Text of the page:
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Saturday, 24 June 2017

Bobby Jones on Attitude and Putting

Bobby Jones was obviously a heckuva putter. He did, however, recognize that where golfers had most improved years after he had retired was on the greens. Now, whether this was because of the fact that they were simply putting on better greens, or that they were more skilled in the art of putting is probably a subject for debate. Certainly, Bobby never saw greens the like of which tour players putt on weekly. But he was in awe of top players' ability to manage themselves on the greens nevertheless.

Bobby was more of the view that putting was an art, rather than a science. Even on the billiard table-like greens the pros are now putting, luck continues to play a role. And so does attitude. Consider what Bobby had to say about the latter in his book, Bobby Jones on Golf:

    "When you see a man obviously trying to guide the short putt, or hitting quickly with a short, stabbing stroke, even though he may hole a few, it will not be long before he meets trouble. A short putt, even as a long one, must be struck with a smooth, unhurried, and confident stroke. The best way to accomplish this is to decide upon a line to the hole and to determine to hit the ball on that line and let it go hang if it wants to. I have never had any better advice in golf, from tee to green, than was contained in a telegram sent me by Stewart Maiden in 1919. It read: 'Hit 'em hard. They'll land somewhere.' You must not apply this advice literally to putting, but its application is obvious. Hit the putt as well as you can, and do not allow worry over the outcome to spoil the stroke... 
     We would all profit greatly if we could cultivate this attitude toward putts of all lengths; it ought to be easy, too, for we all know, or should know by this time, that worry does very little good. If we must be wrong, we may as well make our mistakes gracefully by choosing the wrong line as by allowing a nervous, overcareful stroke to pull the ball off direction."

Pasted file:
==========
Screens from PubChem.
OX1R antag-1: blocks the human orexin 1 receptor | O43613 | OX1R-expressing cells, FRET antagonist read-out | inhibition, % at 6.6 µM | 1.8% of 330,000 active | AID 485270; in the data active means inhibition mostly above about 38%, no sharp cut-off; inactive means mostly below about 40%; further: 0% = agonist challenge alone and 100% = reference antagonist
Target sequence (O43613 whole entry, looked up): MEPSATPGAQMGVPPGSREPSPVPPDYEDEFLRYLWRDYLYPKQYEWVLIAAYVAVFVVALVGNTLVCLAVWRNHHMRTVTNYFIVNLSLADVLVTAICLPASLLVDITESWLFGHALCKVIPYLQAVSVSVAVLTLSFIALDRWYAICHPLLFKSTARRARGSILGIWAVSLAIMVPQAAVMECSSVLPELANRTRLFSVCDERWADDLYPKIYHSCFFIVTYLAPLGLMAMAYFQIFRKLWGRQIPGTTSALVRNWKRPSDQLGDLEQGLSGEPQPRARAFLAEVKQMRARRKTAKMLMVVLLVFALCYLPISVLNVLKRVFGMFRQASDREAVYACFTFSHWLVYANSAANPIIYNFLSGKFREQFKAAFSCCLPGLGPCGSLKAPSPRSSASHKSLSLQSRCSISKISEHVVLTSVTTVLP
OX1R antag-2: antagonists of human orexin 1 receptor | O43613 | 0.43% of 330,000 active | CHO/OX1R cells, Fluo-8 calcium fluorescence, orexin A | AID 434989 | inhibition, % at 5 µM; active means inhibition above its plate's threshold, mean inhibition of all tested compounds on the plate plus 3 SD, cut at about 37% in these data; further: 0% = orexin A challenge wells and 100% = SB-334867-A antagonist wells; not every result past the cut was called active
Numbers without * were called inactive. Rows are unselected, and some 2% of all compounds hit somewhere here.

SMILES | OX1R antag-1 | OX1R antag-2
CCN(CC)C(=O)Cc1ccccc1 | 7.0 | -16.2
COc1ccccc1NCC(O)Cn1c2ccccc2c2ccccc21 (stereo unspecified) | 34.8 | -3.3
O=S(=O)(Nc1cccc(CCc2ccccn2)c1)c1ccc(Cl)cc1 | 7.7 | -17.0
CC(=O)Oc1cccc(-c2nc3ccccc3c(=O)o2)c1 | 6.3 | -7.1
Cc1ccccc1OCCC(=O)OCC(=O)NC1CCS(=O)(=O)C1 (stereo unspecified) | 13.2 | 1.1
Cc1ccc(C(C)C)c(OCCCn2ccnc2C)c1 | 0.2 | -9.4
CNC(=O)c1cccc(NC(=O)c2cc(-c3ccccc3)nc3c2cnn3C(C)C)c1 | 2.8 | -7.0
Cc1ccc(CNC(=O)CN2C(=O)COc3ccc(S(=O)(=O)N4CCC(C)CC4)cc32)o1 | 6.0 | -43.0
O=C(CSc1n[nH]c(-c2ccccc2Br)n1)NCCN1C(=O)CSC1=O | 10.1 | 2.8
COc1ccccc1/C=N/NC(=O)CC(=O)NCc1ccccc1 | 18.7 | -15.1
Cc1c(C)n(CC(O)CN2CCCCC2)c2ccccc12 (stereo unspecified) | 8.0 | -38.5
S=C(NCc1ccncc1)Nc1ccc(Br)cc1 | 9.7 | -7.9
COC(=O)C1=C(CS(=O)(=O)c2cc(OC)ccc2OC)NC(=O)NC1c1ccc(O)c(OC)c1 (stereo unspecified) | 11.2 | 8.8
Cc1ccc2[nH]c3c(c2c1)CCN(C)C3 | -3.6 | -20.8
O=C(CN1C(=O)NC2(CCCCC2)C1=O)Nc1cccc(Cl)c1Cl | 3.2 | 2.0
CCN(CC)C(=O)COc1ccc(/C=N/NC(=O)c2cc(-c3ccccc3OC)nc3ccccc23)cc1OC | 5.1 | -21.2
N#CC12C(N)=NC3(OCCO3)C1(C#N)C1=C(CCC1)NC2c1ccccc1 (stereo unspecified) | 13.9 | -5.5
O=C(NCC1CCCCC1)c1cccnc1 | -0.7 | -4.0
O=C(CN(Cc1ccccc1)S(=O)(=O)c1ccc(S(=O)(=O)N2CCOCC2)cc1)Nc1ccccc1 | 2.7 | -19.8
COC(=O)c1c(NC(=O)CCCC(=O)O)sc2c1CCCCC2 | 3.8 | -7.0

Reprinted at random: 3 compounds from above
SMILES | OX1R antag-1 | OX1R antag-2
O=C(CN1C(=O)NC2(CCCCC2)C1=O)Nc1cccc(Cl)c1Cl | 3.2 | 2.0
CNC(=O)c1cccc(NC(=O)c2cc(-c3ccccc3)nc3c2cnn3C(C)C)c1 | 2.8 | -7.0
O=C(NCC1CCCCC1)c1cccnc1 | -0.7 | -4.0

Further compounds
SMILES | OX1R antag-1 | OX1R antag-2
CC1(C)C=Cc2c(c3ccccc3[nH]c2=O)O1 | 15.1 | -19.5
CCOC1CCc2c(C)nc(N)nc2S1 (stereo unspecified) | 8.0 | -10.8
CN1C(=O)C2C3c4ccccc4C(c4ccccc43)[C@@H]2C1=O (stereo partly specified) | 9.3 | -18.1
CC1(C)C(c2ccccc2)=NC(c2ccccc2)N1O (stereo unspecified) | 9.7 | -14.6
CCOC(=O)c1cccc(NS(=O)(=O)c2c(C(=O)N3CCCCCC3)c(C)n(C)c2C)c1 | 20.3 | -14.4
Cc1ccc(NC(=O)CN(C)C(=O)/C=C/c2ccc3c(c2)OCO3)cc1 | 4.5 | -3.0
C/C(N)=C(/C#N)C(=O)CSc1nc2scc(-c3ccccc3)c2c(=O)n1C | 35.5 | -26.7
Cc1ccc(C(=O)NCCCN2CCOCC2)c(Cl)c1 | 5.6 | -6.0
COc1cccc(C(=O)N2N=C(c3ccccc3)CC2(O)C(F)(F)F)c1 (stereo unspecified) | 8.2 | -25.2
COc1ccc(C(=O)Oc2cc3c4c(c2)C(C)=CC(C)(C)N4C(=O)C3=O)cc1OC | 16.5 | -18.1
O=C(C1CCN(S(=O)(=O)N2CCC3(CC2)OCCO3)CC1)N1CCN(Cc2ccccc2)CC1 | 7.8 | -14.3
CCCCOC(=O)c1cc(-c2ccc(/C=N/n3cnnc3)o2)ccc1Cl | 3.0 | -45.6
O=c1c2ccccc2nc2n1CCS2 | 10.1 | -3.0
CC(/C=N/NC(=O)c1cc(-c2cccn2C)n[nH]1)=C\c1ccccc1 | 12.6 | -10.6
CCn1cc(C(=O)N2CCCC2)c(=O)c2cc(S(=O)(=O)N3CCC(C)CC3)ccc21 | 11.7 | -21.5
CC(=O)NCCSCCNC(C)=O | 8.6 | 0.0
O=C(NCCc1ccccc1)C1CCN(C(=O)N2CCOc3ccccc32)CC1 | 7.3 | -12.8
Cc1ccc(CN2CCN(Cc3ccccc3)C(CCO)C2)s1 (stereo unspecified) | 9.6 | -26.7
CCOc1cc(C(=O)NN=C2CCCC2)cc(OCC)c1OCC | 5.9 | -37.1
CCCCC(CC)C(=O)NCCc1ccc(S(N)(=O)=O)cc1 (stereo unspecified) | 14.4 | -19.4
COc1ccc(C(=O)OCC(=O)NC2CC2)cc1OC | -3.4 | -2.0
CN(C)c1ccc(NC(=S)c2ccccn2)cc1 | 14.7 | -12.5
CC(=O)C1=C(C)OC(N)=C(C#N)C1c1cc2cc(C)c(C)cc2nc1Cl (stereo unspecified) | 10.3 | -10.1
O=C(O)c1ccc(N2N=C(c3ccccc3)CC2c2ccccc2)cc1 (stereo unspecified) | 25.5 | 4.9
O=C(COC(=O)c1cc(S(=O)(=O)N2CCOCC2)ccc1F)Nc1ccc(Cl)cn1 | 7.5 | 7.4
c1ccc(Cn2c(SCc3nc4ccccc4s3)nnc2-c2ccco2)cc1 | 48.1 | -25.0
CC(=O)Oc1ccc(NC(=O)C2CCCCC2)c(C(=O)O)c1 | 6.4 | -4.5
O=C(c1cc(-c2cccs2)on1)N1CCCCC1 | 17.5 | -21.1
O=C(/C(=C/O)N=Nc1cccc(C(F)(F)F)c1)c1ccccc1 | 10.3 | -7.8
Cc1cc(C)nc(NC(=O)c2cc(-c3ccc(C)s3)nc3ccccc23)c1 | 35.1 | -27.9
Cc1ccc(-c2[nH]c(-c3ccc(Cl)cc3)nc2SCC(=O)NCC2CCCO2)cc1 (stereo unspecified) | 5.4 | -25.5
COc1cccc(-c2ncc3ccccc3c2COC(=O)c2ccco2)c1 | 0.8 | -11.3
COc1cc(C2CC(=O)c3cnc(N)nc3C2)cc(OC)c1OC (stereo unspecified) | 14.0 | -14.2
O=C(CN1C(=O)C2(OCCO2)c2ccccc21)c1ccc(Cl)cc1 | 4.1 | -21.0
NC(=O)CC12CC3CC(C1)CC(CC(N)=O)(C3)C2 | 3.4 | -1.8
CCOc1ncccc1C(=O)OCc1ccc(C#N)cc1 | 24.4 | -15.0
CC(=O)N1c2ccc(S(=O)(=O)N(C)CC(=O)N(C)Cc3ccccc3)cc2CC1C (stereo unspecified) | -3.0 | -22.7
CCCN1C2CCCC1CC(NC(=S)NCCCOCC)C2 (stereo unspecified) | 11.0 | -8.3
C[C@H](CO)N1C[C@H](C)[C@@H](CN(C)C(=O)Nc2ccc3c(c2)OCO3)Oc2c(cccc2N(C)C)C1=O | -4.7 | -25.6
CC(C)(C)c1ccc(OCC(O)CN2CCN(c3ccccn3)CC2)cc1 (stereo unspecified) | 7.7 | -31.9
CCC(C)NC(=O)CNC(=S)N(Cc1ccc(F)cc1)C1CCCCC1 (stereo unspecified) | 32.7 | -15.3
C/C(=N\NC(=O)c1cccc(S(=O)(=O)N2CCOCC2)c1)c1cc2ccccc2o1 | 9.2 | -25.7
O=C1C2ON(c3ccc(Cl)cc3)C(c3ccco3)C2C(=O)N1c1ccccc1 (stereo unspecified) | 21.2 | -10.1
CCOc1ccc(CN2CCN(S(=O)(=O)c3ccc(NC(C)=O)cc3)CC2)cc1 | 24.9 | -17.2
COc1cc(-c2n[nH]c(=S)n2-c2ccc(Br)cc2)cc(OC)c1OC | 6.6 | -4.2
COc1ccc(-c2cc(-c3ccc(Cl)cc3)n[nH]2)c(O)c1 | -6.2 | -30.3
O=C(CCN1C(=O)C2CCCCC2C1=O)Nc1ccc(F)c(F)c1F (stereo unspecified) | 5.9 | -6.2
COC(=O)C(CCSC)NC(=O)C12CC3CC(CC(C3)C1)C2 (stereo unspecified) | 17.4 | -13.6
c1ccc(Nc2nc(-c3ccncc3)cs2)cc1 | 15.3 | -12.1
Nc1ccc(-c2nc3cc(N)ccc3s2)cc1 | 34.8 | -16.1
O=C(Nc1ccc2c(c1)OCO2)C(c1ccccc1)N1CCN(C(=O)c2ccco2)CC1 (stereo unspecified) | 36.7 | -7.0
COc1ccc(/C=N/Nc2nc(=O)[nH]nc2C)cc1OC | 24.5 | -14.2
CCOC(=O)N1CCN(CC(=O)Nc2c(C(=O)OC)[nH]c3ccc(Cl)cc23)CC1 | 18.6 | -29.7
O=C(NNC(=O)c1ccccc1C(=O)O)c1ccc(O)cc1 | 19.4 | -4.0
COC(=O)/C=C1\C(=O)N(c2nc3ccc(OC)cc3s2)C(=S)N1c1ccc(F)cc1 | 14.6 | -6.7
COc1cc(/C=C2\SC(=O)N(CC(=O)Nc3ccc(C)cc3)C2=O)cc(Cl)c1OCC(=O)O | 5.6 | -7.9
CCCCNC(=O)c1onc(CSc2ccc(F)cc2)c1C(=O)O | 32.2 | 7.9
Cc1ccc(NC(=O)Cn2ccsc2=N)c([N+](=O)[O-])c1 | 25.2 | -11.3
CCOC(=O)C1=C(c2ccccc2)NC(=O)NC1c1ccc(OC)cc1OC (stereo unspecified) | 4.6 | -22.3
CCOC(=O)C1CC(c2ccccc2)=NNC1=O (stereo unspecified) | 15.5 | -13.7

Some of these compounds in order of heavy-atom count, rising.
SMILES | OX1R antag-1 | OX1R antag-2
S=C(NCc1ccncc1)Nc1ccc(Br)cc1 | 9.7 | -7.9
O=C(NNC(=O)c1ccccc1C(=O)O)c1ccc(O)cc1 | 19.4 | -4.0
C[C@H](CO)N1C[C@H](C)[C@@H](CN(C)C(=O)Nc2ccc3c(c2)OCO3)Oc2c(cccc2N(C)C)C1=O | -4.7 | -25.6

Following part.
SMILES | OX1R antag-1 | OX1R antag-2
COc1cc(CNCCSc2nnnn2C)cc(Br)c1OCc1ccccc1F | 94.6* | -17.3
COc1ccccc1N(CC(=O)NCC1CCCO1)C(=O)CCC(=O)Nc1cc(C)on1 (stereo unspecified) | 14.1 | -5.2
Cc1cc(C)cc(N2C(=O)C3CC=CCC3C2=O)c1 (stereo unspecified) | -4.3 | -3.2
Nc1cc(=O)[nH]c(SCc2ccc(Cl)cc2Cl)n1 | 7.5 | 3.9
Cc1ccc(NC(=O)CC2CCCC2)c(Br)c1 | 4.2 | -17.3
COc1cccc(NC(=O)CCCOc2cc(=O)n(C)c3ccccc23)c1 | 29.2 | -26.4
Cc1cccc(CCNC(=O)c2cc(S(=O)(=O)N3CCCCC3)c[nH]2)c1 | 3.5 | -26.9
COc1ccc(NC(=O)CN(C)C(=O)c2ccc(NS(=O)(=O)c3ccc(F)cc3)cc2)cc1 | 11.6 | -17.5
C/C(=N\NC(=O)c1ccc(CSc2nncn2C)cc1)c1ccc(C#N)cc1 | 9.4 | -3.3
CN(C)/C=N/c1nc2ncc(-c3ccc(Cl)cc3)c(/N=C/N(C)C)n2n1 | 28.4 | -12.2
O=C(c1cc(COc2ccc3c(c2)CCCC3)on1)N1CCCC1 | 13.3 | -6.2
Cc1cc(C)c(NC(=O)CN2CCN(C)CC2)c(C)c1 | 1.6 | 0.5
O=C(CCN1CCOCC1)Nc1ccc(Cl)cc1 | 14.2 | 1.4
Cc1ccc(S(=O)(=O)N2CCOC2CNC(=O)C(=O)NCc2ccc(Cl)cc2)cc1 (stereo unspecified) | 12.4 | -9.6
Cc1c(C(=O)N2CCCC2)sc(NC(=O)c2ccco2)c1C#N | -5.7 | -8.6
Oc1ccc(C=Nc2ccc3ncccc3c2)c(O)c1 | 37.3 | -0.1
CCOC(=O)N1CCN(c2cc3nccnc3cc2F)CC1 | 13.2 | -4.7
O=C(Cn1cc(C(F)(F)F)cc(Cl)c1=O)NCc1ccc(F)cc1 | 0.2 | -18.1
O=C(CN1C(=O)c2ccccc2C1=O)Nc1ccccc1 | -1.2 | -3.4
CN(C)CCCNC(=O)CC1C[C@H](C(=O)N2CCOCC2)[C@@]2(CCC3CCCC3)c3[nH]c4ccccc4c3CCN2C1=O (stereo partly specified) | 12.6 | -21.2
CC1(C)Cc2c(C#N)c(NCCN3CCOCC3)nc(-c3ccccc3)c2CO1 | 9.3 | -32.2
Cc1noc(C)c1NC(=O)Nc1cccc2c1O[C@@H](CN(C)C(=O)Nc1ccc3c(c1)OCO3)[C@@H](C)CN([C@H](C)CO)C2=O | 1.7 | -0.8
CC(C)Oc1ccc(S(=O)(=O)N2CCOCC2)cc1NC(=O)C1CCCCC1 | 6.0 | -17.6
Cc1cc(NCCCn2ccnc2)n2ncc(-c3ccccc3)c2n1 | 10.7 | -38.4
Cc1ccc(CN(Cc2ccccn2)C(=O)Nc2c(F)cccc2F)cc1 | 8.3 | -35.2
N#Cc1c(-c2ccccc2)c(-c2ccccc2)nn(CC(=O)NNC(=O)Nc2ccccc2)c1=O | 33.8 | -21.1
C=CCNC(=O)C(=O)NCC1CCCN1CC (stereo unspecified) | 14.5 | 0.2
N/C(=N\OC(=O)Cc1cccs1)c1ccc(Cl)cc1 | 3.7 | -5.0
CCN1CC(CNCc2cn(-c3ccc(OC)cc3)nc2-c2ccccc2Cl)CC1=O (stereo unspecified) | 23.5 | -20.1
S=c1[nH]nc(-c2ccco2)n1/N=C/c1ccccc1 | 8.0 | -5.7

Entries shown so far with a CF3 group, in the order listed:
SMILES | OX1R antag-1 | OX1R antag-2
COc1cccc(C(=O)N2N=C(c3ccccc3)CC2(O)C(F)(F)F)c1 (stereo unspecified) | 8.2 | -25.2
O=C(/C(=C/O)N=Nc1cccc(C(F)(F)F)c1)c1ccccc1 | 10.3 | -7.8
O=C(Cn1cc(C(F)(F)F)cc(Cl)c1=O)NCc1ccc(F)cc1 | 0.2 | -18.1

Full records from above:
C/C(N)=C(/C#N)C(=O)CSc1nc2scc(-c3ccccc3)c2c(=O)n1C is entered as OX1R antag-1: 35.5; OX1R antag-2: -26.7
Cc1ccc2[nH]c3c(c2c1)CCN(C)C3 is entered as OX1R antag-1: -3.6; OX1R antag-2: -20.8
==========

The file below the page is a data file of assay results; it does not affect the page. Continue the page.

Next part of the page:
Bobby goes on to speak about something else that should cause any worrier, or perfectionist, on the putting green to think twice:

    "Let me say here that I do not believe any man can be so accurate in striking a golf ball, or so uncannily precise in his judgement of speed, borrow, roll, and all other things that go to make a perfect putt, that he can propel a ball over ten yards of uneven turf with such unerring certainty that it will find a spot the size of the hole. There are so many factors to be taken into account that the skill required is simply beyond me.
     I wonder how many putts that are holed follow exactly the path laid out for them in the player's mind. I should say that as many of those that go down deviate from that path as follow it. It appears to me that the good putter is simply the man who can keep coming close--who gets more times within a one-foot radius--and that such a man holes more putts because of the greater number that come close, a greater number more likely will go in."

I doubt anyone has worried, or fretted, about their putting any more than I have over the years. I have always felt that I should be making more putts. But perhaps the answer lies, not in a new Scotty Cameron, or a new grip, or stroke; perhaps the answer lies in a better and more realistic attitude. In putting, like just about everything else, attitude means a lot.